Those are the basic rules. But links can become boring if they are too obvious - e.g. linking any and all people by virtue of the fact that they are all humans - so they need to attain a level of interest appropriate to the players: what works for 10 year olds won't work for PhDs, and so forth. Our motto is "Suit yourself".
The problem with providing sample games is that it's only too easy to read them and feel "that's too trivial" or "that's too obscure" or "too arcane" or some other form of words which means you, the reader, don't think like that.
Of course you don't: sample games are the games that other minds play, and they play them with all their wits about them, stretching for ideas, digging up scraps of knowledge from the far reaches of memory -- even going onto the web or into the library, perhaps, to dredge up the telling quote which will make a particular move sing. Your own mind would be similarly challenged to reach in (or out) for its own links and moves, and others reading your game would likely feel "that's too trivial" or "that's so obscure" -- or "however did you come up with stuff like that, this is utterly beyond my ken?"
We're warning you, therefore -- maybe unnecessarily -- that the other people's games you'll read here are intended to give you a hint of the diversity with which different people have approached the games, not to suggest that you play the games like them...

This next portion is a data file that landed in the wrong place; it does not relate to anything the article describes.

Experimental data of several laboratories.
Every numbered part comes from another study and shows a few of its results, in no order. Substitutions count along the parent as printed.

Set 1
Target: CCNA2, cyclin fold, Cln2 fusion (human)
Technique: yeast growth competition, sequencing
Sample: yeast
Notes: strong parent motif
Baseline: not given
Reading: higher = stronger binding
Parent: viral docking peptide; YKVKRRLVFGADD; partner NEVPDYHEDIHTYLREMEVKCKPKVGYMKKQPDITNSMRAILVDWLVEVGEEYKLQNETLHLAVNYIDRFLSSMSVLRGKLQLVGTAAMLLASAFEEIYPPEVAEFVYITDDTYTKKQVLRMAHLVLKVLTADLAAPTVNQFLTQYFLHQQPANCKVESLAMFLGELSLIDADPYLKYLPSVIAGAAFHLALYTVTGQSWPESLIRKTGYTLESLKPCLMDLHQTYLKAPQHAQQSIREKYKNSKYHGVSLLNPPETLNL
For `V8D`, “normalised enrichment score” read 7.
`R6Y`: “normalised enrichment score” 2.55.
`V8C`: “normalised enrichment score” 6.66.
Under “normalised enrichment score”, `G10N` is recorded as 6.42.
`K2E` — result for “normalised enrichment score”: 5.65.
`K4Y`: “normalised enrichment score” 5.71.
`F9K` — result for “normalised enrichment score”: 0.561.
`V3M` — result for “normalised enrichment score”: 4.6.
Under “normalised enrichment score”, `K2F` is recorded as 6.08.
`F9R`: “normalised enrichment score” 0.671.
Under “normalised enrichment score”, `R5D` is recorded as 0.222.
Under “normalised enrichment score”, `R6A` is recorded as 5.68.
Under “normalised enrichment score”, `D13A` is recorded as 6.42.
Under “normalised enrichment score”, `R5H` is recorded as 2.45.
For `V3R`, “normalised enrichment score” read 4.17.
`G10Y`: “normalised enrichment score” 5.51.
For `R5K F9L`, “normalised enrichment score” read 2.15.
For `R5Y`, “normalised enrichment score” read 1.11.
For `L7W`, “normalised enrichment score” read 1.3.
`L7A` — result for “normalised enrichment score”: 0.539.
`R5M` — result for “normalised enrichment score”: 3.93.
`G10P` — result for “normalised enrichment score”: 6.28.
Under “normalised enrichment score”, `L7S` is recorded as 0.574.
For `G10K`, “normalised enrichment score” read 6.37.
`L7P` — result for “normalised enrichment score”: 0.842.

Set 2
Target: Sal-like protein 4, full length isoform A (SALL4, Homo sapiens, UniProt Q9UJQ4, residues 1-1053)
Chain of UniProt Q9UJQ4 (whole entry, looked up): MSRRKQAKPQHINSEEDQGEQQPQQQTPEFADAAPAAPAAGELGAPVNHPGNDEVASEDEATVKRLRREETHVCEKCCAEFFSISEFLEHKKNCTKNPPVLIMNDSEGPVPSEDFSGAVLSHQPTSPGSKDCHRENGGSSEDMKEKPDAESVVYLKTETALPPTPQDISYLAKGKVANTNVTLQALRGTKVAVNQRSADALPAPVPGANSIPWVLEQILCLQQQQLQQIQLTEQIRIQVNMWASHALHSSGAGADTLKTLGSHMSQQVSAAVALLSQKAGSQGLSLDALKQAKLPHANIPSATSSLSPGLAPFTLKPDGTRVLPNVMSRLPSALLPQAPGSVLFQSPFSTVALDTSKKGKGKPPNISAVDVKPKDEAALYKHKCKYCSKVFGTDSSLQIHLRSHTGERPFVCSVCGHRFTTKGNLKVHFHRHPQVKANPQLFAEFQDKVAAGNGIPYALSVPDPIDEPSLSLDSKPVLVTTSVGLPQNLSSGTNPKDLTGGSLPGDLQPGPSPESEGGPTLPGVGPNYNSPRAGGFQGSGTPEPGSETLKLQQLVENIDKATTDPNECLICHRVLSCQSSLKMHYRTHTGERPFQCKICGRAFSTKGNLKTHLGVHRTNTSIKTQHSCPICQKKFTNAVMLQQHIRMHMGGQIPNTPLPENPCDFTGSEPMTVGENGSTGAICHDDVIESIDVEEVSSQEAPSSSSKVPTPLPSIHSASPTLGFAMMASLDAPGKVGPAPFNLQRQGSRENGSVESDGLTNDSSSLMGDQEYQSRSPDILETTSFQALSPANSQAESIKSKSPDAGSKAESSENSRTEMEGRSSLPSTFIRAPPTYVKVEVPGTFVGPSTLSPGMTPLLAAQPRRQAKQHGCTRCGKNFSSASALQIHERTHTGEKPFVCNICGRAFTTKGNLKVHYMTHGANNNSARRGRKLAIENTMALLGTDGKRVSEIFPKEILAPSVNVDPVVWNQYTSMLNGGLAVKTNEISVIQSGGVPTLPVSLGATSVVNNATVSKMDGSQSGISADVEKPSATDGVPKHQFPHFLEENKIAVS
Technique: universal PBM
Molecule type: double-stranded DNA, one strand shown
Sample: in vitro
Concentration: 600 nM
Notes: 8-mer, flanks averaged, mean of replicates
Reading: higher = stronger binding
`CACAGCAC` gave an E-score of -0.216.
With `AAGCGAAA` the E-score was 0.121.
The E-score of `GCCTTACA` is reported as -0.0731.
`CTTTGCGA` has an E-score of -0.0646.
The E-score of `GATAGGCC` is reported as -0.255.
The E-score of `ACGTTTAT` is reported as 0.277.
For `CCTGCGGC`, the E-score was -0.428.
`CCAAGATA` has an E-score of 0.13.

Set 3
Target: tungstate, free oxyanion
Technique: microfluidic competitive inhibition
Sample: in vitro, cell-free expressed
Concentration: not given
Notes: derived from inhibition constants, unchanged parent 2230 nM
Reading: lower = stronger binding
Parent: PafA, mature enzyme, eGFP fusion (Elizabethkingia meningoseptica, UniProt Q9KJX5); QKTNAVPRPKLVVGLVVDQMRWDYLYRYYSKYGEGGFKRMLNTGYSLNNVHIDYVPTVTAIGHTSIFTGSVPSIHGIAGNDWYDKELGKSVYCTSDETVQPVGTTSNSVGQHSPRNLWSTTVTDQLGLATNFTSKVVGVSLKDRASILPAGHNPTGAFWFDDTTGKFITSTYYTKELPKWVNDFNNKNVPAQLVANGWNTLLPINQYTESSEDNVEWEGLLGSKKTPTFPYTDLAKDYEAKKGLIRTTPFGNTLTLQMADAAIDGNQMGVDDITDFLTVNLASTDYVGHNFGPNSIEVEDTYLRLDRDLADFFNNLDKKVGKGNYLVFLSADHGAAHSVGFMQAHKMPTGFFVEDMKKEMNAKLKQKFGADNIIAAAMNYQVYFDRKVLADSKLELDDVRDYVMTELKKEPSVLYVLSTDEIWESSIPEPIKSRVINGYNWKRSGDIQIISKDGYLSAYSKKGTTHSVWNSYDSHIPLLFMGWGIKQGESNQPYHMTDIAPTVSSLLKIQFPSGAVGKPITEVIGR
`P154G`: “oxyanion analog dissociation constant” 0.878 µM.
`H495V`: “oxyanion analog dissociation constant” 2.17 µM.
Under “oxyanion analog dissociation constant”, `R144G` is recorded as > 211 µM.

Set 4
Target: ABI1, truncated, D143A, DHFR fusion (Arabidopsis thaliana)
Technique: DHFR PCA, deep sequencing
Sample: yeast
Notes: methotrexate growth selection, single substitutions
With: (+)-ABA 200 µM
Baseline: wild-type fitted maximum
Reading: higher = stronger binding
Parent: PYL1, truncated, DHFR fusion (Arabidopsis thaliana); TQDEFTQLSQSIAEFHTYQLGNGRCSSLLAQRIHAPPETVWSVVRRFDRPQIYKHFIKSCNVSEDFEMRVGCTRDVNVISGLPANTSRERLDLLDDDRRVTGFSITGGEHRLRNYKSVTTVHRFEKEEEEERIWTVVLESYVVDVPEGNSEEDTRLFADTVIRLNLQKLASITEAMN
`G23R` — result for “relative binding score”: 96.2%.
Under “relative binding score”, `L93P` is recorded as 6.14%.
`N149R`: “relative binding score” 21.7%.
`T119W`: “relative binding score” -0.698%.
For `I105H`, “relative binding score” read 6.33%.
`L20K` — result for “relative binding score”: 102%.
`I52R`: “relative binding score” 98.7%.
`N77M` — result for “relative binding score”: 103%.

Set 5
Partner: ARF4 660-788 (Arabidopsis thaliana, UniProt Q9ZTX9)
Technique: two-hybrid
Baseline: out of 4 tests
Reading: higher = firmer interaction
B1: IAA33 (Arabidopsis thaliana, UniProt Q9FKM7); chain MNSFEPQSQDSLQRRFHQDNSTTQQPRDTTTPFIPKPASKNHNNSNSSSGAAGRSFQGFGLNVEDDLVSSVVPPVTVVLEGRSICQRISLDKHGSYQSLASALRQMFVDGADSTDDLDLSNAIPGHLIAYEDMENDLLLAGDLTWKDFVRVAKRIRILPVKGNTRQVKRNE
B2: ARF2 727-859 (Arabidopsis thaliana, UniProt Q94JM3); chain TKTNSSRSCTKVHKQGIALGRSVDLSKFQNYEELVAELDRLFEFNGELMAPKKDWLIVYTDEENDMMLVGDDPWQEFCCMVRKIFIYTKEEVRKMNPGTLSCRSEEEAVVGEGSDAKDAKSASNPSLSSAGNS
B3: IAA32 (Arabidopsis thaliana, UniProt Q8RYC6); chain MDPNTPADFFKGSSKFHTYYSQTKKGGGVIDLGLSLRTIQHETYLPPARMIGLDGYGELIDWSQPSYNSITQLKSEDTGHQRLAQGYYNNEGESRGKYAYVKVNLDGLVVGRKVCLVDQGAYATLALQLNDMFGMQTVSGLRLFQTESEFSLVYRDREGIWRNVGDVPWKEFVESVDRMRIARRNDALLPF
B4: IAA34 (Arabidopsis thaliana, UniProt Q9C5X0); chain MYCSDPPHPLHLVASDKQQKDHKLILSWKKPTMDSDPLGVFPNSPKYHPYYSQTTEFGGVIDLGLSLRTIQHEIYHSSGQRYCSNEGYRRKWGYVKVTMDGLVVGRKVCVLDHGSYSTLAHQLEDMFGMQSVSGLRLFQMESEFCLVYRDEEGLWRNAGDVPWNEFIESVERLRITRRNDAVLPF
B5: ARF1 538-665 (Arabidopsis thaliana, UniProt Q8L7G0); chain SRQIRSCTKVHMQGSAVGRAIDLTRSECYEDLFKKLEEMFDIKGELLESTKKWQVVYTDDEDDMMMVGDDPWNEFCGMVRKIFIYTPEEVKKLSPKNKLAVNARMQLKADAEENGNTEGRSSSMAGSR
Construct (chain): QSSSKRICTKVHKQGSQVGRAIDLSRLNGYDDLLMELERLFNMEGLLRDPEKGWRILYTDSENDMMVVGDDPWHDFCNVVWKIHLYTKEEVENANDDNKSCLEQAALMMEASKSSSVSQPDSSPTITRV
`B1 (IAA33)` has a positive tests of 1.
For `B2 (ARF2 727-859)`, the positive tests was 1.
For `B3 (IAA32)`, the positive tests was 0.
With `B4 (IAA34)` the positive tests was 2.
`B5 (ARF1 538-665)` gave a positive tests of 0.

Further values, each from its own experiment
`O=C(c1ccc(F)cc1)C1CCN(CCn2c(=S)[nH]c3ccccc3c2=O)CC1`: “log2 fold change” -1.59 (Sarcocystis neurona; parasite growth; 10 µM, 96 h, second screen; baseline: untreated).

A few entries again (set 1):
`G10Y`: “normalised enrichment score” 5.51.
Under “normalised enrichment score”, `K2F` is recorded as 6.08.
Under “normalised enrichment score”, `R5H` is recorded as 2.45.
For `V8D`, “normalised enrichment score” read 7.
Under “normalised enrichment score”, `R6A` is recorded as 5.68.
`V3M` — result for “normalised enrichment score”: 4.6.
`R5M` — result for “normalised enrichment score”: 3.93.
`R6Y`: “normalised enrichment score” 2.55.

Heavenly Bodies is perhaps the best "introductory" game to read. It's short, and it's hopefully neither too obscure nor too trivial... It has to do with Venus as a goddess and as a planet, gravity and the seasons on Mars, and the Fall -- when the biblical "fallen angels" fell from heaven, did they do so at 32 feet per second per second, so to speak? Physics vs poetry, fact vs myth...More sample games specifically tailored to educational and therapeutic uses of the HipBone Games can be found on our Dreaming and other reasons to play page.
Hear that Long Snake Moan is rocking and erotic -- a bright college student game to go with beer and pretzels on the TenStones board.
Totentanz is an light-hearted and enjoyable Game I played with my wife, who is a history buff with a slightly morbid sense of humor. People are always getting beheaded (or otherwise impaled or exhumed) in this Game... It is played on the WaterBird board.
The Play's the Thing shows, we think, how the moves in a game can "build" on one another until an almost three-dimensional structure of ideas appears. This is a fairly scholarly game composed of ten "quotes" about time, written to explore the impact of the various ways we can think about time on narrative structure in the arts, and gameplay in computer games...
Even if the theory of game design is not an interest of yours, we still believe you'll find this an intriguing game, and possible even a beautiful one -- because time concerns each one of us, and what's true for stories and for games is also true to life...
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email@example.comHipBone Games rules, boards, sample games and other materials are copyright © Charles Cameron 1995, 96, 97. See Concerning Copyright for full copyright details.